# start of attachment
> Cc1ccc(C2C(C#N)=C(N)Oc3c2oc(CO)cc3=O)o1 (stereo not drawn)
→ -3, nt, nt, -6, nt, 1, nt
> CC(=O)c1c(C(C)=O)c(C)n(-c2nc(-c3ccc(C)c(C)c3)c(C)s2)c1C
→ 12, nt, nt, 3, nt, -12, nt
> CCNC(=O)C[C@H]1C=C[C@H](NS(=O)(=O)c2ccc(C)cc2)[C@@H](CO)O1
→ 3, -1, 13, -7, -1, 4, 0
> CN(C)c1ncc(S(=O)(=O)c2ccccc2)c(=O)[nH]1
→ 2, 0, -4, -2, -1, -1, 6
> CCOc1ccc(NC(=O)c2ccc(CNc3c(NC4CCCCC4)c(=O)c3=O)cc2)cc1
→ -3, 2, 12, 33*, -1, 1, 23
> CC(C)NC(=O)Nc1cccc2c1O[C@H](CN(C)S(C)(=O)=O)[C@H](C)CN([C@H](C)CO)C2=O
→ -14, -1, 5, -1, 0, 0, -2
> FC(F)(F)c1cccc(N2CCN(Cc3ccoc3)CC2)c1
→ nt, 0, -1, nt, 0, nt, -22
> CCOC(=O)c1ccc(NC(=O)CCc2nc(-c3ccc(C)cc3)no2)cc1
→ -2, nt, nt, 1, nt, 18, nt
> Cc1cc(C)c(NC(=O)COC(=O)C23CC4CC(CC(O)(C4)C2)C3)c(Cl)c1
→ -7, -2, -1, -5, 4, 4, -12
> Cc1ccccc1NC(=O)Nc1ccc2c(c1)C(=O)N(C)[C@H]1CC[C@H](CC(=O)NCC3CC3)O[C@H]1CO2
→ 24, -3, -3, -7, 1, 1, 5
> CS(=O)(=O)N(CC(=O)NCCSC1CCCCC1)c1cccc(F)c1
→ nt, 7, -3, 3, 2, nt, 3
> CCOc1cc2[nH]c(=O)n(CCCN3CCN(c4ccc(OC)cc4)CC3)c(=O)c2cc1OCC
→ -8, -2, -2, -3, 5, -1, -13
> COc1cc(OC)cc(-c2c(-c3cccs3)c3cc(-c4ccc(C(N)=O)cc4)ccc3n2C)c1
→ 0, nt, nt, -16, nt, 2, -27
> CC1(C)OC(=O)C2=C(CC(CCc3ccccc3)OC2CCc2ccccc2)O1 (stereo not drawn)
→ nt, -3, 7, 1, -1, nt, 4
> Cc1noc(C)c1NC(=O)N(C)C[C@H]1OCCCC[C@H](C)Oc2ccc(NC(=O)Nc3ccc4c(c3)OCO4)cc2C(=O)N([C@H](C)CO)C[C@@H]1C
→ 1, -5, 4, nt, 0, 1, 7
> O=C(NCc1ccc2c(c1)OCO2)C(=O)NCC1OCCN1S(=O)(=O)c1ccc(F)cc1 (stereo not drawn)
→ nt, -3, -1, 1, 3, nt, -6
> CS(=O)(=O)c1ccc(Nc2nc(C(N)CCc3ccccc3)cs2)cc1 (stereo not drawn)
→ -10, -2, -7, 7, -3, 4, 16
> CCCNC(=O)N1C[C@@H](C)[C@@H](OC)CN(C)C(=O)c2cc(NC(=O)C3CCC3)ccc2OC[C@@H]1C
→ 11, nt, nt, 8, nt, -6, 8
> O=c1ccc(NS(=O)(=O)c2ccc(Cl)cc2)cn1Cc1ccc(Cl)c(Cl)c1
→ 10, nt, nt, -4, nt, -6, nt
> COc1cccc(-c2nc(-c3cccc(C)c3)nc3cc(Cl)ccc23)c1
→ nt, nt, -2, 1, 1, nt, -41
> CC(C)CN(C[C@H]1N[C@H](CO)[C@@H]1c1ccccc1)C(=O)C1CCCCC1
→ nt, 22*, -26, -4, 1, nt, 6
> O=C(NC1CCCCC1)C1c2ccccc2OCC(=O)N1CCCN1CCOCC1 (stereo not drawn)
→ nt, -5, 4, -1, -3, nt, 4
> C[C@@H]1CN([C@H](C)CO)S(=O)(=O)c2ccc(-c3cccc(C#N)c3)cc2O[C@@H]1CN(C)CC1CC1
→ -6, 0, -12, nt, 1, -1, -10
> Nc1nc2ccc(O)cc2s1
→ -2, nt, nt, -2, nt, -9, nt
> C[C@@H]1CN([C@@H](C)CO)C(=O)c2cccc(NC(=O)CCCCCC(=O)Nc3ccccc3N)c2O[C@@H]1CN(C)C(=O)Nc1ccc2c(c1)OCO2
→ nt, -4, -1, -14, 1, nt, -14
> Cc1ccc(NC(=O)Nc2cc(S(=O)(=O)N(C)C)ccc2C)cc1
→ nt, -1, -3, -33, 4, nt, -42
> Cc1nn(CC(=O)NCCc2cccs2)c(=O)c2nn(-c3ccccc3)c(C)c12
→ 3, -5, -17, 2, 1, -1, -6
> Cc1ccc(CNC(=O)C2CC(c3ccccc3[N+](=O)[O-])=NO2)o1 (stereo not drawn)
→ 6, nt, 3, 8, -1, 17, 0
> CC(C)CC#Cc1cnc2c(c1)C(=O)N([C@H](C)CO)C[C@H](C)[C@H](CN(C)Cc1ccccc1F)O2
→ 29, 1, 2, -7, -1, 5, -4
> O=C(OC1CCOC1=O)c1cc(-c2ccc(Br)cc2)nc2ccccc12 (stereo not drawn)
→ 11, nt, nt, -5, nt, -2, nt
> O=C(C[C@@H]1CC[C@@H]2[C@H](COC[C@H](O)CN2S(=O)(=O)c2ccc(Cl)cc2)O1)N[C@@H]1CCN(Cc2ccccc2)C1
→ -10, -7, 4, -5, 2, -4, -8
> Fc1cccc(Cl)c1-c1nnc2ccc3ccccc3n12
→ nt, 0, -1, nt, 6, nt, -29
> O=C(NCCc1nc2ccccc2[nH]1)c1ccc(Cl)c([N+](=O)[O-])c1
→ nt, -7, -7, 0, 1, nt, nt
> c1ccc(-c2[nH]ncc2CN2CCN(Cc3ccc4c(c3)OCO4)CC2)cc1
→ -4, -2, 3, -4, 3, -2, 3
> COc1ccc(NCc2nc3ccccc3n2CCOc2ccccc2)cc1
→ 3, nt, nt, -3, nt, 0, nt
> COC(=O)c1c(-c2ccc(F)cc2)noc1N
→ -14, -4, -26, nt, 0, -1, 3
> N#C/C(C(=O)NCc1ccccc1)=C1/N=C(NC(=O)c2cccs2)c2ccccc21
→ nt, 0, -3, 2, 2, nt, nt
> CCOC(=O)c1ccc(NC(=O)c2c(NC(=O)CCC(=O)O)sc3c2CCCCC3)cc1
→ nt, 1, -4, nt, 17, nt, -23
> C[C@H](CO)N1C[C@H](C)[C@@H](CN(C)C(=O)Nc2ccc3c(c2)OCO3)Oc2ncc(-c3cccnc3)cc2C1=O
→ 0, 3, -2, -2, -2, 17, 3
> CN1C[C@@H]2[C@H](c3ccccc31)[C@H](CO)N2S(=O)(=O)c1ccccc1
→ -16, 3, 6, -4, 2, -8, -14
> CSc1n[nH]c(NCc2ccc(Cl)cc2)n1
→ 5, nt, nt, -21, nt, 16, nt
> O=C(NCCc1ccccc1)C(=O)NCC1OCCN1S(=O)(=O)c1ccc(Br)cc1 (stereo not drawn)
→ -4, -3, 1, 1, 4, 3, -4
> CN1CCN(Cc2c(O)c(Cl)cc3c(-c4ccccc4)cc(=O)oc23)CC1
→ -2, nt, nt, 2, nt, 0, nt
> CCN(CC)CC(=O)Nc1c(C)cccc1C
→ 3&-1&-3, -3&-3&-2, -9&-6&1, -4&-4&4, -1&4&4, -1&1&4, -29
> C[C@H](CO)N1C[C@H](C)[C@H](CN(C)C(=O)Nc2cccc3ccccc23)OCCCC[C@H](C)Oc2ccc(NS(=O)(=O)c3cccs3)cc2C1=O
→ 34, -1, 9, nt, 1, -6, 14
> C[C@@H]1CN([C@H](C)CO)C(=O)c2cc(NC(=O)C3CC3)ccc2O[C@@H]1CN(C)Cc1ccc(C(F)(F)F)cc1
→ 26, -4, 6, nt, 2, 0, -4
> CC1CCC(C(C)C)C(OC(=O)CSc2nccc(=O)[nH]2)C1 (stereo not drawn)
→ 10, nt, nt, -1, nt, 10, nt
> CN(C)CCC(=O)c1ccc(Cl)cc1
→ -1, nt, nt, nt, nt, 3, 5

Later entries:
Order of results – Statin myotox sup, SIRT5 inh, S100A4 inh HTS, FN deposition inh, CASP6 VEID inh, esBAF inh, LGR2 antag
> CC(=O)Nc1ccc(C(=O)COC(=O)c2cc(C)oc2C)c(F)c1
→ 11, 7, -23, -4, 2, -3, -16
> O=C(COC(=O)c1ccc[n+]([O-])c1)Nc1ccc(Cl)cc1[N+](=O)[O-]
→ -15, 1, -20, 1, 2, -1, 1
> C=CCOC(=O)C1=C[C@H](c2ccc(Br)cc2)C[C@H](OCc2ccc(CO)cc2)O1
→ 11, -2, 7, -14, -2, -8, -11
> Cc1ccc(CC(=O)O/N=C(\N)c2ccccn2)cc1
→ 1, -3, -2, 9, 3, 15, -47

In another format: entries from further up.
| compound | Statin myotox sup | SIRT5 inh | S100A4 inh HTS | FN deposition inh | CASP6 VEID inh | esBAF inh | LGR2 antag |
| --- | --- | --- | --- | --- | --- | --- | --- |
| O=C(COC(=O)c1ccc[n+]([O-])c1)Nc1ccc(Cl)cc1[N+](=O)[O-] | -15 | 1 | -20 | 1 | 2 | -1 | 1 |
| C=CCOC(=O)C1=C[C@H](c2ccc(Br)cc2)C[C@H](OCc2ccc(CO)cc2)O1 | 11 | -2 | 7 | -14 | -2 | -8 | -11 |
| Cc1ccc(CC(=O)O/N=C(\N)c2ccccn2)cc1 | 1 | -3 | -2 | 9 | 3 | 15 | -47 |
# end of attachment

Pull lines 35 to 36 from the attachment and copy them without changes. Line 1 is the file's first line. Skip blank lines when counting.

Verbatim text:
> CCCNC(=O)N1C[C@@H](C)[C@@H](OC)CN(C)C(=O)c2cc(NC(=O)C3CCC3)ccc2OC[C@@H]1C
→ 11, nt, nt, 8, nt, -6, 8